Harmonising Copyright Law and Dealing with Dissonance

Harmonising Copyright Law and Dealing with Dissonance

A Framework for Convergence of US and EU law

Sheldon W. Halpern and Phillip Johnson

The highly-regarded authors of this important work explore the constitutional, institutional, and cultural barriers to harmonisation of the copyright laws of the United States and the European Union. They consider these matters in the real world transnational environment in which copyright law operates and suggest that the reality transcends the differences, offering a framework for meaningful harmonisation.

Chapter 5: A framework for harmonisation

Sheldon W. Halpern and Phillip Johnson

Subjects: law - academic, intellectual property law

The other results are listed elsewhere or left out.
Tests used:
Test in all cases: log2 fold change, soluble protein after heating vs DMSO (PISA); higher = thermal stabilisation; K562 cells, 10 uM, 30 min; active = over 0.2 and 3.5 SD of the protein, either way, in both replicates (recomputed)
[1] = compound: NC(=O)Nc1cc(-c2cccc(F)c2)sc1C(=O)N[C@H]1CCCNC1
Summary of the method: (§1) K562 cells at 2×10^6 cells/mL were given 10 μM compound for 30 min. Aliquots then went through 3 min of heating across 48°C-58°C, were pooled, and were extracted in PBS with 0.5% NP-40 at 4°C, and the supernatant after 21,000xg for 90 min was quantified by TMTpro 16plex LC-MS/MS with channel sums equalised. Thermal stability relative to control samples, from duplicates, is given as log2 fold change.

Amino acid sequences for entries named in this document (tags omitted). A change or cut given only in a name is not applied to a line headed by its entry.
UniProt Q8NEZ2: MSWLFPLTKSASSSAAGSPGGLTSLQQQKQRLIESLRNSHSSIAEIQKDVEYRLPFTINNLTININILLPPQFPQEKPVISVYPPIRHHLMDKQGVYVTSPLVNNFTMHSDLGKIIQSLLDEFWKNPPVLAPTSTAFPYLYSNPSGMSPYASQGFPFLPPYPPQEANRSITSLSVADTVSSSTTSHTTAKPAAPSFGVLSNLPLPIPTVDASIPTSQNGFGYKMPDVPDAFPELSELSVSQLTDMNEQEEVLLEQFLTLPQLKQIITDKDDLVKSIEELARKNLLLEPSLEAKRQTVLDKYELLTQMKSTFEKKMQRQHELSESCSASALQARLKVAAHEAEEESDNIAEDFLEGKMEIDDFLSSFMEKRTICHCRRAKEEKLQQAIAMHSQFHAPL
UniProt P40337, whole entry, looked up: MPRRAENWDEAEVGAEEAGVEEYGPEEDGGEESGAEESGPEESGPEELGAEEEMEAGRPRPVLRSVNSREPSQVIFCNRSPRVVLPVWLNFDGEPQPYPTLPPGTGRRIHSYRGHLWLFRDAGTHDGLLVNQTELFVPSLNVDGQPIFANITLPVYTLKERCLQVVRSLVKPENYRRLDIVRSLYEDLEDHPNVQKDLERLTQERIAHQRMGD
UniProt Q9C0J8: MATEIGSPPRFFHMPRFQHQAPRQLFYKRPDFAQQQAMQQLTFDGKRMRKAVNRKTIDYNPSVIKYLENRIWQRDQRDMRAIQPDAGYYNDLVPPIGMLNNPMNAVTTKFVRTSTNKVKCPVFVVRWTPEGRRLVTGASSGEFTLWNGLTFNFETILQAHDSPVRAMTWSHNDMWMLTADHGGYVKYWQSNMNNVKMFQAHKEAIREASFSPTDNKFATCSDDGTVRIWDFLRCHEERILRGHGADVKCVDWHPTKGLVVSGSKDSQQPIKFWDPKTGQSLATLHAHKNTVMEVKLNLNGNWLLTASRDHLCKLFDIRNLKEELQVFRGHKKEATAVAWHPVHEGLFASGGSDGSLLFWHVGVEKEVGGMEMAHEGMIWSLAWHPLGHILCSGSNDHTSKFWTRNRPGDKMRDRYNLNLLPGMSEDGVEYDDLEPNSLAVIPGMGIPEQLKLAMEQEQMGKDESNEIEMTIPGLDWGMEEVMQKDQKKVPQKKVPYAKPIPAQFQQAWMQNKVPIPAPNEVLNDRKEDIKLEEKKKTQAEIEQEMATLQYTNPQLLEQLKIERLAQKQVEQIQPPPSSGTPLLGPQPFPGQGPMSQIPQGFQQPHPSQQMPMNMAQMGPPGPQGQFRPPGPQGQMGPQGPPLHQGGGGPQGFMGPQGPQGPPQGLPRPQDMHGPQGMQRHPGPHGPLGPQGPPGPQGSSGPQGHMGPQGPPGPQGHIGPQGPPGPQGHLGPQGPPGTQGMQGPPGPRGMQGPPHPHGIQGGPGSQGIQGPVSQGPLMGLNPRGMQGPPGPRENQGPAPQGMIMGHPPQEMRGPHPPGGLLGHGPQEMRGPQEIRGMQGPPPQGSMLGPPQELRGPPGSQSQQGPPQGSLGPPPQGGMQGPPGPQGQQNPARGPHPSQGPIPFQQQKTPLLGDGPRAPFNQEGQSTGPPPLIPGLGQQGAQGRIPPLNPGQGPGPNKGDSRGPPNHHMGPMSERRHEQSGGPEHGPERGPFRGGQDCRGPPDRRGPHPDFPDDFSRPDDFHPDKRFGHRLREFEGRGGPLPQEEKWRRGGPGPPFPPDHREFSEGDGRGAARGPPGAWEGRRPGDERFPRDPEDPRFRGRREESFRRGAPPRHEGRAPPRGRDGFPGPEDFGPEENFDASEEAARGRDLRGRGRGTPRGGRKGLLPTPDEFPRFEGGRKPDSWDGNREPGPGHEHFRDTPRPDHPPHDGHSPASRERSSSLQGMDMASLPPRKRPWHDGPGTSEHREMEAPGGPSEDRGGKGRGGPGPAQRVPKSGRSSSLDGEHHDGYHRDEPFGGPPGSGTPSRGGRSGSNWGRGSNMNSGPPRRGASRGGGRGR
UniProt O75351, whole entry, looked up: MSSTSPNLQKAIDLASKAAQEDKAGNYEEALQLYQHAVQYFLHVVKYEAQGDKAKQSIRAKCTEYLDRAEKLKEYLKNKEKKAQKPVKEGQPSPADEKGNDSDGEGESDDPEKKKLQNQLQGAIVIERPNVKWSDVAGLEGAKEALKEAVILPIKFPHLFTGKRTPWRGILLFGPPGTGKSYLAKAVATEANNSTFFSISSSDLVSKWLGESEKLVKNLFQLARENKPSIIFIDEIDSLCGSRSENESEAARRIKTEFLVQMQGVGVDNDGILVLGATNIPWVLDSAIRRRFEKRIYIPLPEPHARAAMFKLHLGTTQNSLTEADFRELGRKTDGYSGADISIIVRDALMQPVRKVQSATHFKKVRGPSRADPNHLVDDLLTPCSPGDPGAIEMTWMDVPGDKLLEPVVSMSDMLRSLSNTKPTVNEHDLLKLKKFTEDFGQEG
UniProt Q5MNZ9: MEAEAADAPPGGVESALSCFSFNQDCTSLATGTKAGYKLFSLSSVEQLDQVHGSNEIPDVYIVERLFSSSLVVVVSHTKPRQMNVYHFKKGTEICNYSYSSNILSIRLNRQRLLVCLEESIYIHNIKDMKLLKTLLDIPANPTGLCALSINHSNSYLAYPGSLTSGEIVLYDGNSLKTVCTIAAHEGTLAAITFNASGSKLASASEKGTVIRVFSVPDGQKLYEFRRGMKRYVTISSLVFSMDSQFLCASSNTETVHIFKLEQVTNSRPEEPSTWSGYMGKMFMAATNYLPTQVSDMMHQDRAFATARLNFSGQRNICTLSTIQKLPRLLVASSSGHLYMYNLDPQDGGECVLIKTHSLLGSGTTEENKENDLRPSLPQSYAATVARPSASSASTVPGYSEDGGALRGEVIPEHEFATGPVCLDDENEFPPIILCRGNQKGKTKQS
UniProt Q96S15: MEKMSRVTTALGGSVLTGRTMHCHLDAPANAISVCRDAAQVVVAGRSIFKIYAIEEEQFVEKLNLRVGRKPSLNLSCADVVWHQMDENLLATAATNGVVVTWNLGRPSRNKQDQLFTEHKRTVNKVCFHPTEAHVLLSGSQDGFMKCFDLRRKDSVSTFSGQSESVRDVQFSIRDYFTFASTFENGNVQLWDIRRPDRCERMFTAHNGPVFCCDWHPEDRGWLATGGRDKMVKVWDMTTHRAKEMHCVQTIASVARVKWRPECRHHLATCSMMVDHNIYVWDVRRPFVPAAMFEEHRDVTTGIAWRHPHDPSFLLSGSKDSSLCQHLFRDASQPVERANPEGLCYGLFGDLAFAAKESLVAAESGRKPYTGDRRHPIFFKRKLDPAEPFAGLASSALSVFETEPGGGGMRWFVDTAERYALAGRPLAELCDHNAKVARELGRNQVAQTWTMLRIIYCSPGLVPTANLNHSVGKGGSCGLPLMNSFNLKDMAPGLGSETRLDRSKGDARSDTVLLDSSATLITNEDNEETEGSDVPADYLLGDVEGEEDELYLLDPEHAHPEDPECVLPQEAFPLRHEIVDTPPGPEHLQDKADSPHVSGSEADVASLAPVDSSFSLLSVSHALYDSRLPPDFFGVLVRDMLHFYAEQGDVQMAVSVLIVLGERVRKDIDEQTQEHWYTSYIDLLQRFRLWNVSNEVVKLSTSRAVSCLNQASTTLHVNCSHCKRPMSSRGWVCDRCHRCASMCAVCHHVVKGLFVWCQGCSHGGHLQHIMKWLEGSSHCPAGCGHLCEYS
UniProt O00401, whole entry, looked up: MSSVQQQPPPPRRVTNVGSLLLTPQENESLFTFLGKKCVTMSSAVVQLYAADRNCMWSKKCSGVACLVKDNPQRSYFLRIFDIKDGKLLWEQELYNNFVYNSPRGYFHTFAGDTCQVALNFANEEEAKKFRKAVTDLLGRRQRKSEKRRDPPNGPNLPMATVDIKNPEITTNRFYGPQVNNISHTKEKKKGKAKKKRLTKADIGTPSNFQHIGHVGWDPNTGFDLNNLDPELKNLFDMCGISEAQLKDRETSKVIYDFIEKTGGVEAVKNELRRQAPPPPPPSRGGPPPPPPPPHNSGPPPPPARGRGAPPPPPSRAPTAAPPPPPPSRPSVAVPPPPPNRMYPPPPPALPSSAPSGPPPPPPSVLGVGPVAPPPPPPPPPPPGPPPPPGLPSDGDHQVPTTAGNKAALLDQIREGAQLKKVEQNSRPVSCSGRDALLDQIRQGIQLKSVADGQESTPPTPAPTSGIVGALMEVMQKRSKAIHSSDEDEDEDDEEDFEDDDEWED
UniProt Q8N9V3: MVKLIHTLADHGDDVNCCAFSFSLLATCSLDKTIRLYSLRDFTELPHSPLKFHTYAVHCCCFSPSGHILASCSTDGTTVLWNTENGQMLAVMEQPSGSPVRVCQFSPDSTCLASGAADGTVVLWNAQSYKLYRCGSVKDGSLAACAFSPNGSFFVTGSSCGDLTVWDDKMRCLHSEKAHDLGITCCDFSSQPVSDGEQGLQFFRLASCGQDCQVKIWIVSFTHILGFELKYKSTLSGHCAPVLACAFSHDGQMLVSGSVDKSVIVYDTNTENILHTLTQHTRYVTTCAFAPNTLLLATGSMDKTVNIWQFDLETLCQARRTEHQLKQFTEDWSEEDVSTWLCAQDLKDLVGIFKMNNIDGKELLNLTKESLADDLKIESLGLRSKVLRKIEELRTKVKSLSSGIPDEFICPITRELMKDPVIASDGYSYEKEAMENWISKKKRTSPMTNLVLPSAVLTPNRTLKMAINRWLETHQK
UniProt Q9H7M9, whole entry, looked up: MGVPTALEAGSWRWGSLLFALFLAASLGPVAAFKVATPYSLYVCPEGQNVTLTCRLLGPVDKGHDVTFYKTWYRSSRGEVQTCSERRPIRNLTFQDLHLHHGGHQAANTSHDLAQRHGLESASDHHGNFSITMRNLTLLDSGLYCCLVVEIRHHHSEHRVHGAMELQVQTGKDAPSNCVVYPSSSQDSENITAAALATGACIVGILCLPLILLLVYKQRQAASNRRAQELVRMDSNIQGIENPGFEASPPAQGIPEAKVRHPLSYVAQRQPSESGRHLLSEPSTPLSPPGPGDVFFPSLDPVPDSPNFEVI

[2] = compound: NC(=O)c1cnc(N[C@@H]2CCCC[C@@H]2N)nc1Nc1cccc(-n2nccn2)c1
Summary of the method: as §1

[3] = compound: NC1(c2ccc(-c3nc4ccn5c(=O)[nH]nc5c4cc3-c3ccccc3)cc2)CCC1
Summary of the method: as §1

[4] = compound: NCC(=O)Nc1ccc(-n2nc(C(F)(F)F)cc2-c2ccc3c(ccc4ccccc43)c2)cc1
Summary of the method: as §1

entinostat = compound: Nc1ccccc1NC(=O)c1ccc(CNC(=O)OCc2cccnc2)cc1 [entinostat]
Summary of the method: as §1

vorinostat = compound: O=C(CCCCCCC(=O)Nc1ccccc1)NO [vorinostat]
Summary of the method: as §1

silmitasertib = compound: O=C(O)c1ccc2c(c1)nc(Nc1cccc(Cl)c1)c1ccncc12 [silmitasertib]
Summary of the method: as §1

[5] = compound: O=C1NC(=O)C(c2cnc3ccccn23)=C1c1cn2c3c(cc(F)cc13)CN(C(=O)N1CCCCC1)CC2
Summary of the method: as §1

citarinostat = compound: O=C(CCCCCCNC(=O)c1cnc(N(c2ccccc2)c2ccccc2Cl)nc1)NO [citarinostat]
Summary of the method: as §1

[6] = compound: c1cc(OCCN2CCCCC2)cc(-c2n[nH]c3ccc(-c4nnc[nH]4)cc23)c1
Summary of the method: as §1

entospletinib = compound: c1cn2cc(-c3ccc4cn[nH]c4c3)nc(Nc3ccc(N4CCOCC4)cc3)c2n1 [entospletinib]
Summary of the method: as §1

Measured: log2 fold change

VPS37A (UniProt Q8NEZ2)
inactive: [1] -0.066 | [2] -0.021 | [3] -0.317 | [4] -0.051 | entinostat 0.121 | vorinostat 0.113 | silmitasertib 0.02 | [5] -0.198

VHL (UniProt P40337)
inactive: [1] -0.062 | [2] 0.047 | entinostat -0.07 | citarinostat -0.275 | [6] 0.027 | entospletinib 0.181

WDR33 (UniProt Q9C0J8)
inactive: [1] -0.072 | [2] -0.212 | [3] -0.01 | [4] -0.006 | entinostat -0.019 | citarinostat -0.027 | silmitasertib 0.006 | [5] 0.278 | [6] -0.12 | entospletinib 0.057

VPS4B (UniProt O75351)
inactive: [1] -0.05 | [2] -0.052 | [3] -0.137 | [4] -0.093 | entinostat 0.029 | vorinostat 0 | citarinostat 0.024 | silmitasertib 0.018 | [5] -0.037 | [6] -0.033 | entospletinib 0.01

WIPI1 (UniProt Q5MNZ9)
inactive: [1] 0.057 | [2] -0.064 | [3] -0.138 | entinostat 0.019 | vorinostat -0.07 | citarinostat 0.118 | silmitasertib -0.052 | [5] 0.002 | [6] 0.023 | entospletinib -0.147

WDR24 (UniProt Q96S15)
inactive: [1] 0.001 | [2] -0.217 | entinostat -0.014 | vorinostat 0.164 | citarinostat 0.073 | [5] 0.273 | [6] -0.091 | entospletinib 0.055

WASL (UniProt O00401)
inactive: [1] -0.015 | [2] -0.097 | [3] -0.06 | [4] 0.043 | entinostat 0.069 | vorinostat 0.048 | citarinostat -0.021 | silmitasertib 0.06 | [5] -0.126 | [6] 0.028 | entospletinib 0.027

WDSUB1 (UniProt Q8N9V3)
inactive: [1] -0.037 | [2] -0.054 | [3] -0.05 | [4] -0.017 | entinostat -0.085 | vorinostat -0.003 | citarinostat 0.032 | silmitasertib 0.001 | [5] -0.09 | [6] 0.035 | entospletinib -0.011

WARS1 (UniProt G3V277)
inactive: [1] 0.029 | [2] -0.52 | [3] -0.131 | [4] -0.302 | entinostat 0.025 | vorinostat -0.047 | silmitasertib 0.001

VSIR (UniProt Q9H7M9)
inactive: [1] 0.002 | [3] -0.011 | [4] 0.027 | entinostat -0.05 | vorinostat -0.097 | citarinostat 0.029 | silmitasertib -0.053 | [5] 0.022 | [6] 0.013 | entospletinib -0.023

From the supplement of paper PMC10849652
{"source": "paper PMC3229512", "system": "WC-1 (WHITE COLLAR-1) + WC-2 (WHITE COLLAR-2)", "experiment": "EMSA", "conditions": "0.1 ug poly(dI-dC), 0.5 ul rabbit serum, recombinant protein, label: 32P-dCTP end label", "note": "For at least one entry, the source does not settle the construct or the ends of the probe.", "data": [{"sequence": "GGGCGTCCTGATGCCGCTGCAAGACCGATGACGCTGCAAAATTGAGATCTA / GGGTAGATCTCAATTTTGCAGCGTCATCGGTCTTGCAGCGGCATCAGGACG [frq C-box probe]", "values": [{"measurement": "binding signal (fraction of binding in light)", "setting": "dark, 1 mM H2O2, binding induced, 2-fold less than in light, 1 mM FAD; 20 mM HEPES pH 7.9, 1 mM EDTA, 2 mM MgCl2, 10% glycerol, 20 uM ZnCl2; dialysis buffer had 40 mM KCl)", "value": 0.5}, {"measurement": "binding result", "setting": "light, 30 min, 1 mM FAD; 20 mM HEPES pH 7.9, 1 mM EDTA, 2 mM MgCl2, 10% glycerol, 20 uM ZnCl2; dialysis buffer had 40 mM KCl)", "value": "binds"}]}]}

A substantial part of the preceding discussion has been devoted to an explication of the constitutional underpinnings of US copyright law. An understanding of these constitutional issues is essential if there is to be meaningful copyright law harmonisation beyond the borders of the European Union. Although much of the discussion is framed in terms of how constitutional considerations may constrain harmonisation, we have also attempted to emphasise how these same constraints may provide the opportunity for a coalescence around a set of ideas and constructs that constitute the core of a kind of harmonisation that appropriately responds to the exigencies of our modern, transnational, digital copyright world. Certain US constitutional elements have come to be seen by some as serious obstacles, leaving room only for a constricted, “minimal standards” quasi-harmonisation as the only practicable vehicle. At the broadest level, these “obstacles” include: first, an assumption of a fundamental and unbridgeable cultural divide between the alleged US “instrumentalist” foundation for copyright law and the alleged author-centric, “natural rights” basis for much of the copyright law of the EU Member States; and second, an assumption of inherent incompatibility between a constitutionally required doctrine of “fair use” and the three-step test and an aversion to open-ended case-driven flexibility in law-making. Further, other specific constitutional factors, such as requirements of originality and fixation, may preclude some degree of uniformity.

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